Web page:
The country's forex reserves have dropped below $400 billion in the first week of September for the first time since November 11, 2017. This is the second consecutive week of substantial fall in the reserves which indicates RBI's intervention to tame free fall of domestic currency, which has breached the 73-mark early this week. On Friday, the INR/ USD pair closed at 71.84.
Foreign exchange reserves stood at $399.28 billion as on September 7, declining by $819.5 million. In the previous reporting week, foreign exchange reserves declined by $1.191 billion to $400.101 billion.
One of the major components of forex reserves, foreign currency assets or FCAs, also fell by $887.4 million to $375.099 billion. FCAs expressed in dollar terms, includes the effect of appreciation/depreciation of non-US currencies such as the euro, pound and yen held in the reserves.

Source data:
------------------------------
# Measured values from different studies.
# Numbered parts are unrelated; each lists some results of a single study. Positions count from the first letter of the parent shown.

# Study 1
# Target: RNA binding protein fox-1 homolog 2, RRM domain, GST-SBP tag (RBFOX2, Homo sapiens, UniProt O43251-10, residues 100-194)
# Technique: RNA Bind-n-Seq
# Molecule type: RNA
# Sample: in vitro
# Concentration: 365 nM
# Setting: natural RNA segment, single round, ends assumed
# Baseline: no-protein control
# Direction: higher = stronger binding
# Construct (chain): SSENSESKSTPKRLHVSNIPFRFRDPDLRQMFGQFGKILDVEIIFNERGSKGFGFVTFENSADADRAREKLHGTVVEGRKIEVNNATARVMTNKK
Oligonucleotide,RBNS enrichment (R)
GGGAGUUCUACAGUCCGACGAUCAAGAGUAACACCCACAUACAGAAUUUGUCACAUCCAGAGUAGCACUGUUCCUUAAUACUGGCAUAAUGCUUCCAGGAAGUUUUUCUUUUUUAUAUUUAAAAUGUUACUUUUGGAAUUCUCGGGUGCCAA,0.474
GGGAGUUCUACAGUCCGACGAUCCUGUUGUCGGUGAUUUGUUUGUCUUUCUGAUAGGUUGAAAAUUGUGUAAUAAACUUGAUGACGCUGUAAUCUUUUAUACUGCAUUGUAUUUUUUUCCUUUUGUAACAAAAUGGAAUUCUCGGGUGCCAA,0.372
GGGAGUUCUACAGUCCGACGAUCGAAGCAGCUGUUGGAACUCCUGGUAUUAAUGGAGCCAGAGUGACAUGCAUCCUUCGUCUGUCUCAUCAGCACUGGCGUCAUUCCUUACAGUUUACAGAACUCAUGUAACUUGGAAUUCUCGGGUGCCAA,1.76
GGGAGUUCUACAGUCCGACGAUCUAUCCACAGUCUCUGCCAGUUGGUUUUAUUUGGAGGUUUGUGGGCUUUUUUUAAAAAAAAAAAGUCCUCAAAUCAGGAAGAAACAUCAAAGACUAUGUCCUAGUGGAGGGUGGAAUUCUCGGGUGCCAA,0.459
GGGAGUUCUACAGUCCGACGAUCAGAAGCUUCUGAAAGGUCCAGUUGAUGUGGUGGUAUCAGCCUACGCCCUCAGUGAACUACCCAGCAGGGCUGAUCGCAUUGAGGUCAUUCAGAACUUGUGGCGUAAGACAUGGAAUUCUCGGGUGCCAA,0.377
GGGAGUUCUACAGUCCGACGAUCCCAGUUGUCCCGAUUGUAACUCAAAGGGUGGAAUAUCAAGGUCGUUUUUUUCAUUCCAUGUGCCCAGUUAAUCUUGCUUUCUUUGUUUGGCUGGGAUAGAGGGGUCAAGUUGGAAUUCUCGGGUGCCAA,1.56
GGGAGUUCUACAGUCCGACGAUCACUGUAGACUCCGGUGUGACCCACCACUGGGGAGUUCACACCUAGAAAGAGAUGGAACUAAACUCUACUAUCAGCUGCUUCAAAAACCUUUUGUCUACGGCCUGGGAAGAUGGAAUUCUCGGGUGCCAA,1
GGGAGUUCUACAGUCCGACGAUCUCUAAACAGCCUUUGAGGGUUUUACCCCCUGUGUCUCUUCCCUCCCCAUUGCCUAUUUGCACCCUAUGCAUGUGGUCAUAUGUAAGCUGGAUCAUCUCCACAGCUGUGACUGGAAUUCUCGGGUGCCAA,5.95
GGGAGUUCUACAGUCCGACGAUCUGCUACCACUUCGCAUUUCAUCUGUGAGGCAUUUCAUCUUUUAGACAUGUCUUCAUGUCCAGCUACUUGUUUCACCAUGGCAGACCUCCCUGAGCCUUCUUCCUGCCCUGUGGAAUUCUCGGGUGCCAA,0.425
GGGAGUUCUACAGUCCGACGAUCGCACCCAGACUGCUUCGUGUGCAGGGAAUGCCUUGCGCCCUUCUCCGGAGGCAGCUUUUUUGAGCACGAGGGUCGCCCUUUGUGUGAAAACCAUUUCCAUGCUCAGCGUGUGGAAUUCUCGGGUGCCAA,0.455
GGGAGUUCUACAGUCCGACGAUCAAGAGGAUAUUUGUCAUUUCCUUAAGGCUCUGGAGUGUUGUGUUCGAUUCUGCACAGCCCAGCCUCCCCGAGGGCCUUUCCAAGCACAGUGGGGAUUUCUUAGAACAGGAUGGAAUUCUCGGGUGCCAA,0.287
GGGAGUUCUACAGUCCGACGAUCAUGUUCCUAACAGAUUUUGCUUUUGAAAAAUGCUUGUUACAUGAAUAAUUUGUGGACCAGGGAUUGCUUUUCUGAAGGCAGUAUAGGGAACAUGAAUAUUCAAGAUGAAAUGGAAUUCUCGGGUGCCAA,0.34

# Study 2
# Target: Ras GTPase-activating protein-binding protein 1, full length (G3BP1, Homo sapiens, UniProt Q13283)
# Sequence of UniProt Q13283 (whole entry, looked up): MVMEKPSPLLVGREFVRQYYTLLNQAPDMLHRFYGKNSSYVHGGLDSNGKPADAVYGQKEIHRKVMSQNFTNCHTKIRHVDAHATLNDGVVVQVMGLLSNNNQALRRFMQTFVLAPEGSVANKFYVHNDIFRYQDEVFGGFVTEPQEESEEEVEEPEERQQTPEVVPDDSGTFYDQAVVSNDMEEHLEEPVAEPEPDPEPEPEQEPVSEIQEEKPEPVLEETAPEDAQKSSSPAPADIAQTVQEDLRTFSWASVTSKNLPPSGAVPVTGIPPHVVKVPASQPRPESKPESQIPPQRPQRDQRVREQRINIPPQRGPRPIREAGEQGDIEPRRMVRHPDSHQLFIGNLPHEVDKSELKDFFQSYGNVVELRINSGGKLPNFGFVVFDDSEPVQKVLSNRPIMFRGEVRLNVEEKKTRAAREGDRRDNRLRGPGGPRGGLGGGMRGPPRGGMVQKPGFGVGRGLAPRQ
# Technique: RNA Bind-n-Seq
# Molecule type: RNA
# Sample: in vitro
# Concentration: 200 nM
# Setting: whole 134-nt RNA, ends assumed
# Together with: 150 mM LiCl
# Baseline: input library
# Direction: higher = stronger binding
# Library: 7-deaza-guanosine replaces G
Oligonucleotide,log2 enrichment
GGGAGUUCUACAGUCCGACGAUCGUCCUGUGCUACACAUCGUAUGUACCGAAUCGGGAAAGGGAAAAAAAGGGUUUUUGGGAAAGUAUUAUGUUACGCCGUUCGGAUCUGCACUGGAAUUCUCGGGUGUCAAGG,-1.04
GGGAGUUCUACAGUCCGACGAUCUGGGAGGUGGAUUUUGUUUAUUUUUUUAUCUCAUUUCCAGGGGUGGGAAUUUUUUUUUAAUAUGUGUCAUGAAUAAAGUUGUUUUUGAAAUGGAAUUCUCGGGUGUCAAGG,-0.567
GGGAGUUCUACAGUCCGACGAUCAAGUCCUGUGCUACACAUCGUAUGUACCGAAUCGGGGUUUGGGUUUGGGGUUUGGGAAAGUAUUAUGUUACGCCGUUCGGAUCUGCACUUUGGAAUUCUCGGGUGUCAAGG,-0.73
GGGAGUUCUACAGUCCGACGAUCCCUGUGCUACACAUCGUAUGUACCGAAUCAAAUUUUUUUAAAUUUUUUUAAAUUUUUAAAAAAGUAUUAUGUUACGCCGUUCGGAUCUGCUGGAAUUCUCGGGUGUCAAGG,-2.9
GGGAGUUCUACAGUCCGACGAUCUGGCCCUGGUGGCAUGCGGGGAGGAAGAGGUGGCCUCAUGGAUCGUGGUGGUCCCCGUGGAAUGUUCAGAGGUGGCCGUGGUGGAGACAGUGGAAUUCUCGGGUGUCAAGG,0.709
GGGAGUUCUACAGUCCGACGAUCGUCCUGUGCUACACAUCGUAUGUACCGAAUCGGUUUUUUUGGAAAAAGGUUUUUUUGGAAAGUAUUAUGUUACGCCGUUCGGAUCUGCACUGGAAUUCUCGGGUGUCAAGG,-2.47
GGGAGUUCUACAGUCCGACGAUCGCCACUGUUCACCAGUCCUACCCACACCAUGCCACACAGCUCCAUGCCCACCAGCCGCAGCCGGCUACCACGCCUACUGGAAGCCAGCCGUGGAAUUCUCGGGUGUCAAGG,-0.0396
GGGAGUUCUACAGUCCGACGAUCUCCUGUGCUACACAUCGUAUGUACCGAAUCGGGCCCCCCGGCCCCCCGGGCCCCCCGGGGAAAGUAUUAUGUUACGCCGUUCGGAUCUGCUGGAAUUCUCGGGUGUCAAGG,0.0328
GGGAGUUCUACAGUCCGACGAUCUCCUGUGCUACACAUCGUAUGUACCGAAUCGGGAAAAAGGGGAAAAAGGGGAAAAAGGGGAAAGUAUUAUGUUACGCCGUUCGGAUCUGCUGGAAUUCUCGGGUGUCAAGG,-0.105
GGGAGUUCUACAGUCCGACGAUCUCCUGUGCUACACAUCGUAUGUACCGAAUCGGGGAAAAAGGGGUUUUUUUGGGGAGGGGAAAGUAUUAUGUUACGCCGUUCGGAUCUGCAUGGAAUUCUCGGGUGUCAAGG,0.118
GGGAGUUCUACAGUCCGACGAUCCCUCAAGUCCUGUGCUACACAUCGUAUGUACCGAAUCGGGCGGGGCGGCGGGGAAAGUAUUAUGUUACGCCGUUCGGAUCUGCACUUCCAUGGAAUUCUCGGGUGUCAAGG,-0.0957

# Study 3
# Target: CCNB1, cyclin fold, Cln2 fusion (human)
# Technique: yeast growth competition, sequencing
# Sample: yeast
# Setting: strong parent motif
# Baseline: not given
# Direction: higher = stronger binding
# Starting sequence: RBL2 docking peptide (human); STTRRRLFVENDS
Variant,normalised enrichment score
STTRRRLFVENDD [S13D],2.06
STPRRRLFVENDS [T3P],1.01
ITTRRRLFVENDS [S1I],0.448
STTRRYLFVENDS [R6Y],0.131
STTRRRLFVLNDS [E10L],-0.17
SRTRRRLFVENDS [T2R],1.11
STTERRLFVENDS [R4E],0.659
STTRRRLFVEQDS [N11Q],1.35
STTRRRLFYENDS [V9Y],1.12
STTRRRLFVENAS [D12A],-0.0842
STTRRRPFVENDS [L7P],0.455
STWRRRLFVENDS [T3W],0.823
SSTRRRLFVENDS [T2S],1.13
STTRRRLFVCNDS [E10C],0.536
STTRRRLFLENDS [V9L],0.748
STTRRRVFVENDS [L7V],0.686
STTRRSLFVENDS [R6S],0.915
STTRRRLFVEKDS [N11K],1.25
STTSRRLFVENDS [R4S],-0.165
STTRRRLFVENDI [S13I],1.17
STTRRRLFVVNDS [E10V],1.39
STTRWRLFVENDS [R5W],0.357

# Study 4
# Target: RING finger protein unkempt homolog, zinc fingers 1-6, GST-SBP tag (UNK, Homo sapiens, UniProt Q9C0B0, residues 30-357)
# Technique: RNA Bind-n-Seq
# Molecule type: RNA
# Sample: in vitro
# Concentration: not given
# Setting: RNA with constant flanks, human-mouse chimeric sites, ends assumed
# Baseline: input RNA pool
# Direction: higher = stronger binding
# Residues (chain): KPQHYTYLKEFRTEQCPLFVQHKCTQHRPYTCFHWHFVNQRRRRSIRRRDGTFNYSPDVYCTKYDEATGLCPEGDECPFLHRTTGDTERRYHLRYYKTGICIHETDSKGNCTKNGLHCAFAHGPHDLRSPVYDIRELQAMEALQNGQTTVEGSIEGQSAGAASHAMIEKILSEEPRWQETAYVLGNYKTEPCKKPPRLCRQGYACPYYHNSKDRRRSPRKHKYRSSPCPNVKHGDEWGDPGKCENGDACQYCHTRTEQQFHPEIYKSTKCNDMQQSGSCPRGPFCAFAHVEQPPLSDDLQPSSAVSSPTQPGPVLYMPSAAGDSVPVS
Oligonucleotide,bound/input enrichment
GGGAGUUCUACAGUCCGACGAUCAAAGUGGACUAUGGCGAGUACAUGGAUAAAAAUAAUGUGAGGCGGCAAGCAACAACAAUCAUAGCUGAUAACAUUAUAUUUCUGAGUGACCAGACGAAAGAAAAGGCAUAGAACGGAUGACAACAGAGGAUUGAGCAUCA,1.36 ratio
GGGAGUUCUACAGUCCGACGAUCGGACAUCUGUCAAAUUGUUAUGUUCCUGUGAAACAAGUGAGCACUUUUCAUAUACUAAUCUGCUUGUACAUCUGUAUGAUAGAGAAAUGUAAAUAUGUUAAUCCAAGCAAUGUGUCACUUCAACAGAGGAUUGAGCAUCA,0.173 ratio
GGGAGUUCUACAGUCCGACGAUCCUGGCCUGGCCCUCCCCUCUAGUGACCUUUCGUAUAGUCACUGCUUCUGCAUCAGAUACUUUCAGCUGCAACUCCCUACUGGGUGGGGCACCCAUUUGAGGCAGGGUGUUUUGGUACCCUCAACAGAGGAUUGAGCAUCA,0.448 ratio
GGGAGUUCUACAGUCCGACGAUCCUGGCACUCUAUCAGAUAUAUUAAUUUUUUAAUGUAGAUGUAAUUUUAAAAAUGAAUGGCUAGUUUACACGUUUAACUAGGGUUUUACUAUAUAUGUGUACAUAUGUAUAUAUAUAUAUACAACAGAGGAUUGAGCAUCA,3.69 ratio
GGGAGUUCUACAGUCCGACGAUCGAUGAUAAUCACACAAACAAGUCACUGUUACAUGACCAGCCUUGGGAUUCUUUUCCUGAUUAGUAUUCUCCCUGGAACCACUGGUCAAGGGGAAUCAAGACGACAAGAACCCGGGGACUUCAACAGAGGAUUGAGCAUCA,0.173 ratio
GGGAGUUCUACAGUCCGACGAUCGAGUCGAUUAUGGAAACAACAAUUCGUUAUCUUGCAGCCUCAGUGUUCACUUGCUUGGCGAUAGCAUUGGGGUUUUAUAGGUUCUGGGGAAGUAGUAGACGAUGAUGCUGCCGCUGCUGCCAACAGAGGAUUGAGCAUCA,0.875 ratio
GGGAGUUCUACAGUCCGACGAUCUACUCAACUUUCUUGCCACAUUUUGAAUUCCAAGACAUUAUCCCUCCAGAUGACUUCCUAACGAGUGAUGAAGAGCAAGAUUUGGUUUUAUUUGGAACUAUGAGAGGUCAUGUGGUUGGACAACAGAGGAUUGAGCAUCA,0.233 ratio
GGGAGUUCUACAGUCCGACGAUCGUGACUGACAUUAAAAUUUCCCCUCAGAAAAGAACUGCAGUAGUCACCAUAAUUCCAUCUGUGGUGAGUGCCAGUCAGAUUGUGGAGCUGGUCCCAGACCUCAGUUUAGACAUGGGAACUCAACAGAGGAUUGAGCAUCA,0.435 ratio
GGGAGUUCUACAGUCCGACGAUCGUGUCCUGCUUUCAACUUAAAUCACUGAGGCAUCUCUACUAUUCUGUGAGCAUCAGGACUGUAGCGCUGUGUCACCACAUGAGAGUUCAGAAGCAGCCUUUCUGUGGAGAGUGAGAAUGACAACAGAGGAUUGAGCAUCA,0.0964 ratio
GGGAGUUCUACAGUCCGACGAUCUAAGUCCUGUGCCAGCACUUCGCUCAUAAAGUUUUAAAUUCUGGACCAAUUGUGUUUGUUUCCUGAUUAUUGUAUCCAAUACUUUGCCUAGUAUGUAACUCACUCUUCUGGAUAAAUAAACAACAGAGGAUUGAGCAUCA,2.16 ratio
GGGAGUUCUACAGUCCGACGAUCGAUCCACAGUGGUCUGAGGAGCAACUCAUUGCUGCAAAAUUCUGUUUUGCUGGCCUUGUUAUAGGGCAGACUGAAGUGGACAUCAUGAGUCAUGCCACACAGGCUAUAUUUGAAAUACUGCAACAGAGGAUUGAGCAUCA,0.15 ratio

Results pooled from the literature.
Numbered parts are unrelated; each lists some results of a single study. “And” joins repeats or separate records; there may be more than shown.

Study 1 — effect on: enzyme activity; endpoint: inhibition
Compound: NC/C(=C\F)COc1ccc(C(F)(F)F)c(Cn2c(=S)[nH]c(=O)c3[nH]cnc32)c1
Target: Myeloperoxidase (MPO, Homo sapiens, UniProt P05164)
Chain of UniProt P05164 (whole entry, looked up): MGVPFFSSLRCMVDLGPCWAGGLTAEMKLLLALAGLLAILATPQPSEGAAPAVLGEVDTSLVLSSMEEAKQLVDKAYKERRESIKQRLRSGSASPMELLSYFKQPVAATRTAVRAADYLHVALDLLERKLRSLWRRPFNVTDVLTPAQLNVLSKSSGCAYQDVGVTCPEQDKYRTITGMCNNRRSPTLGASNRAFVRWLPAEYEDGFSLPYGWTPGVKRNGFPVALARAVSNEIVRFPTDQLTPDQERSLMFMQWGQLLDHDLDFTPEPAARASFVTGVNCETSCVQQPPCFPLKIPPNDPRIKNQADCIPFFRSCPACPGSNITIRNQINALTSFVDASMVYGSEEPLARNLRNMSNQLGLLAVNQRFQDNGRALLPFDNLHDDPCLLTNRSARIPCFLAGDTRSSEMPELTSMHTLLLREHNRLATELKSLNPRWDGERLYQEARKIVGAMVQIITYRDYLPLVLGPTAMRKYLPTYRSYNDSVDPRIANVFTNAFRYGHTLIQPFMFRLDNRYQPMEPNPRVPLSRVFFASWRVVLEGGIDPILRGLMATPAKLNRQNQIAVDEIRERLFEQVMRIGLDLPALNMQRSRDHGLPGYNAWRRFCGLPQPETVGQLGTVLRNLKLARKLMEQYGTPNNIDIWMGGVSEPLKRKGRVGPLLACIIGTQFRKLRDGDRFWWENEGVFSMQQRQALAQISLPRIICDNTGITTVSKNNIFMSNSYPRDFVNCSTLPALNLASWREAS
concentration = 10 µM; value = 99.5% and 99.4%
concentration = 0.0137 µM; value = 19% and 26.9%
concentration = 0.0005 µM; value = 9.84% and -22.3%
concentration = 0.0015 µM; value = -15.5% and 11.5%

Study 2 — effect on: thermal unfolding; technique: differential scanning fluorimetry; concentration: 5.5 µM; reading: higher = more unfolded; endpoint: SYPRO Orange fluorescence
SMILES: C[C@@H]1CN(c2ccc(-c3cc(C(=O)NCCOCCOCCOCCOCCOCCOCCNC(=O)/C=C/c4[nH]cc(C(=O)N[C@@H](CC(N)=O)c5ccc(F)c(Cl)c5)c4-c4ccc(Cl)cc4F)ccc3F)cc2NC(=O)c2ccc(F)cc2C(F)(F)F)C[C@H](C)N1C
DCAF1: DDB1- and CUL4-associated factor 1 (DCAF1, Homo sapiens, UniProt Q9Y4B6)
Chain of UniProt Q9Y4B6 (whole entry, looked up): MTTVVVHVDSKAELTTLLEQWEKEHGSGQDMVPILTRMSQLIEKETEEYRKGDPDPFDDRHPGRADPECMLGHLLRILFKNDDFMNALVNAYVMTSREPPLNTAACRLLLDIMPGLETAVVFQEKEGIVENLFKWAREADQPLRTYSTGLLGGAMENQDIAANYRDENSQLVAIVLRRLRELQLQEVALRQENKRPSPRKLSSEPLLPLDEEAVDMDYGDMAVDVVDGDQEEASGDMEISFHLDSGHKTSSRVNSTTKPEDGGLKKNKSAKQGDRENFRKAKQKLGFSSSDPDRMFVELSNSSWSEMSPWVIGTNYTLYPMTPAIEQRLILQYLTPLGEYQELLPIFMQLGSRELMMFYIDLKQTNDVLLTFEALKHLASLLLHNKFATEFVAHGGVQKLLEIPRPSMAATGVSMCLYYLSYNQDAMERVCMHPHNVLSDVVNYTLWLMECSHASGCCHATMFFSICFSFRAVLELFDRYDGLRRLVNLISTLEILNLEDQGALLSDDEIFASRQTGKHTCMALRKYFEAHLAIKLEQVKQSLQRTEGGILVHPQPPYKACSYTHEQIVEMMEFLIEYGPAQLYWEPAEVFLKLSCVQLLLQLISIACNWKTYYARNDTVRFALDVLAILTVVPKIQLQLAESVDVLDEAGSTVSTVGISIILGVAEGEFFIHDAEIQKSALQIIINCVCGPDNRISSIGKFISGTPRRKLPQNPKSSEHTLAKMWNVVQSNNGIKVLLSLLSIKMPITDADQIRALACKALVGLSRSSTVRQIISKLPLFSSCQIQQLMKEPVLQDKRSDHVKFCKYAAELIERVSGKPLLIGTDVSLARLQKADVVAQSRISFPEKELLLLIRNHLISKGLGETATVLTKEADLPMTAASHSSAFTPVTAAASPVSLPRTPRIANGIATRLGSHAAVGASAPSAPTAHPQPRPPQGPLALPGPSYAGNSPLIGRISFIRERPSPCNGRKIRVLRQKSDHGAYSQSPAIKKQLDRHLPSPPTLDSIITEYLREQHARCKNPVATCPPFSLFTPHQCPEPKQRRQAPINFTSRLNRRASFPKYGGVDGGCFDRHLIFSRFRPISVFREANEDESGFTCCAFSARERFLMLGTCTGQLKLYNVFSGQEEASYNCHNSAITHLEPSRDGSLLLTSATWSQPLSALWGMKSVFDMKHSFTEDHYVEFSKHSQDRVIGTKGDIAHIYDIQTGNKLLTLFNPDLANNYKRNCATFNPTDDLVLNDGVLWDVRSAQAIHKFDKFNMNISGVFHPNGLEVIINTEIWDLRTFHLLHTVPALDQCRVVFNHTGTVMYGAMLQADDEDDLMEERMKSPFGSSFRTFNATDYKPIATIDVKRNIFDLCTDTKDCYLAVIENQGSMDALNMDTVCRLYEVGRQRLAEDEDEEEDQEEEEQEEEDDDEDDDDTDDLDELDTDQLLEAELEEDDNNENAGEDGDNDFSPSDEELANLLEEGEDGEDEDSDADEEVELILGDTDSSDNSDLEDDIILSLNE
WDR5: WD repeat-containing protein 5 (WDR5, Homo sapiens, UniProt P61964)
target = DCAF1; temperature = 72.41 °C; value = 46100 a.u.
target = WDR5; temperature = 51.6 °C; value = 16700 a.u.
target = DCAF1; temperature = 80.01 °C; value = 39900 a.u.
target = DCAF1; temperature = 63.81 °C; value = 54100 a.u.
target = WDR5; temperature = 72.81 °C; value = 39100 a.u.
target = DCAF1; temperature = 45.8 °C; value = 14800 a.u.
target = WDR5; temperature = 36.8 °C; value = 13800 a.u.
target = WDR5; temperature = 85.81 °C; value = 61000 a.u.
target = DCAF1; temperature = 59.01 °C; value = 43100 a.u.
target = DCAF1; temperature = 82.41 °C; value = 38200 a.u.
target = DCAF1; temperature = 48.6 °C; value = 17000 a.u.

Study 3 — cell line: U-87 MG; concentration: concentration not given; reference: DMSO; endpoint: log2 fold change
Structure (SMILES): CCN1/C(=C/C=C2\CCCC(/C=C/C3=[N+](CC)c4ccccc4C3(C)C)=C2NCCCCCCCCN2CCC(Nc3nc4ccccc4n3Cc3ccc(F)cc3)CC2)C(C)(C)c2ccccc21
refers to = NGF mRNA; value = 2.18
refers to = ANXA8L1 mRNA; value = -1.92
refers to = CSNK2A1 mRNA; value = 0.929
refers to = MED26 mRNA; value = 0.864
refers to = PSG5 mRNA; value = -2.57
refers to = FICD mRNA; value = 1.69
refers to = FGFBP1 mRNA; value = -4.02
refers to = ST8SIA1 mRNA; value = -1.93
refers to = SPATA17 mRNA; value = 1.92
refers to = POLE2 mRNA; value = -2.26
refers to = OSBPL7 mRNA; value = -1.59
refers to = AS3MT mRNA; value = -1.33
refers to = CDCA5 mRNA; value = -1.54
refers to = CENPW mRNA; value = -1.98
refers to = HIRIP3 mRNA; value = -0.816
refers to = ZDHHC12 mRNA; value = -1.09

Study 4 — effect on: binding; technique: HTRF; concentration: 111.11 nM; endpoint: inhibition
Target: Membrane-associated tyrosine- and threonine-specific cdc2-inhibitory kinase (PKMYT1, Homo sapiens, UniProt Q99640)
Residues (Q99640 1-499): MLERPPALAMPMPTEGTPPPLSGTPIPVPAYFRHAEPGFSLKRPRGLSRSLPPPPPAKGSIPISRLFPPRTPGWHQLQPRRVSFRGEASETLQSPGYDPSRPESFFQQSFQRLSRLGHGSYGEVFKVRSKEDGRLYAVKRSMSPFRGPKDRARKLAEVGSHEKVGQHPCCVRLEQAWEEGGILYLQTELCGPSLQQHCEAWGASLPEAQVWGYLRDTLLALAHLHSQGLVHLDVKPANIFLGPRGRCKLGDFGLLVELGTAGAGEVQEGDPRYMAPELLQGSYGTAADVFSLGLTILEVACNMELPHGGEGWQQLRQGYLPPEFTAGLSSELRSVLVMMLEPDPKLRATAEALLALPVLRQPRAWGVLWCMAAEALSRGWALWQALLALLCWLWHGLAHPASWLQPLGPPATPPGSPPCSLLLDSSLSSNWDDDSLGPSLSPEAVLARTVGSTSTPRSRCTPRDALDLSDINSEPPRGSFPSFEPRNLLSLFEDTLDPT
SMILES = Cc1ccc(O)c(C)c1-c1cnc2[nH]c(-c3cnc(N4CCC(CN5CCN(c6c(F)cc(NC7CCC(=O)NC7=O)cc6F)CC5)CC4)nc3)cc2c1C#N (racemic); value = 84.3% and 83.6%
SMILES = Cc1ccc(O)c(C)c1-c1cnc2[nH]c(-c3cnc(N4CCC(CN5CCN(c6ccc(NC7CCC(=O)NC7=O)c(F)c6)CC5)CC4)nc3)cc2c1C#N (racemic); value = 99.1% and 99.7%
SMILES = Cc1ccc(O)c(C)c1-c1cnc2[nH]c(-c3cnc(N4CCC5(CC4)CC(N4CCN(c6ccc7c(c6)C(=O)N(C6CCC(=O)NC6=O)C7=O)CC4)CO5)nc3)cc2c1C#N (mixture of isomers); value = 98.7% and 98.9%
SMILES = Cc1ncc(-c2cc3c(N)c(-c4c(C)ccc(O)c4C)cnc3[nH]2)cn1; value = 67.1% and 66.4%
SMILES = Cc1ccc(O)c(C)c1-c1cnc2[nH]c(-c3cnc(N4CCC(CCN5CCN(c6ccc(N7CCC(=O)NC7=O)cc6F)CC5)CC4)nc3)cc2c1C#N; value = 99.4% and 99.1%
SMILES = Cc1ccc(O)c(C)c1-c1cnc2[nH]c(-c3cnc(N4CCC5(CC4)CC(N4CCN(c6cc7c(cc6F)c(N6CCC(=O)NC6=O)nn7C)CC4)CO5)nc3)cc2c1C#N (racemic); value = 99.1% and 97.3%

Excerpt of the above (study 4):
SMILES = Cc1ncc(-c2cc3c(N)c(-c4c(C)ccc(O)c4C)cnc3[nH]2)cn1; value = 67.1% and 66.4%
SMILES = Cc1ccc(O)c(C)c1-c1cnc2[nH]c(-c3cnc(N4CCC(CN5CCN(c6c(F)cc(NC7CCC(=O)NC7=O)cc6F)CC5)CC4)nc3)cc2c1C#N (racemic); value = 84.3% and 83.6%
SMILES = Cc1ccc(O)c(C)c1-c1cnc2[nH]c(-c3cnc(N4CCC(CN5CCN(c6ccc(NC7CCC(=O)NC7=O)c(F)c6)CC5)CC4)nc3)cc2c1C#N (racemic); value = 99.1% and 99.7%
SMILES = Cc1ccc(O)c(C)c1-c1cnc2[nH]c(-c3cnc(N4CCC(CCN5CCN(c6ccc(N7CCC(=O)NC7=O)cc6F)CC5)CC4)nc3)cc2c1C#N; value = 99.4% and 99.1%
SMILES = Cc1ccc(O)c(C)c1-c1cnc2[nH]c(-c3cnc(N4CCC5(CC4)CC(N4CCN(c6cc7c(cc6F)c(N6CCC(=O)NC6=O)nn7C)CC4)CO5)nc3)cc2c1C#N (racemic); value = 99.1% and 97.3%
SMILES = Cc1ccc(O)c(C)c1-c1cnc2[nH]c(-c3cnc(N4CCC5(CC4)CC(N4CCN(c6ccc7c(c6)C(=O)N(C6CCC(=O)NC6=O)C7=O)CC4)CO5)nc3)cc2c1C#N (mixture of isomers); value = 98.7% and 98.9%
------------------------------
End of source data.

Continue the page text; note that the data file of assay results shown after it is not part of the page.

Gold valuation in the reserves, however increased in the reporting week after remaining stable for years, by $71.9 million to $20.2 billion. Nonetheless, the SDRs or special drawing rights with the IMF declined to $1.476 billion, down by $1.5 million. Further, as per the apex bank release the country's reserve position with the Fund also dropped by $2.5 million to $2.474 billion.
As RBI has further stepped up its intervention this week to tame the rupee and trade gap, forex reserves are likely to fall further.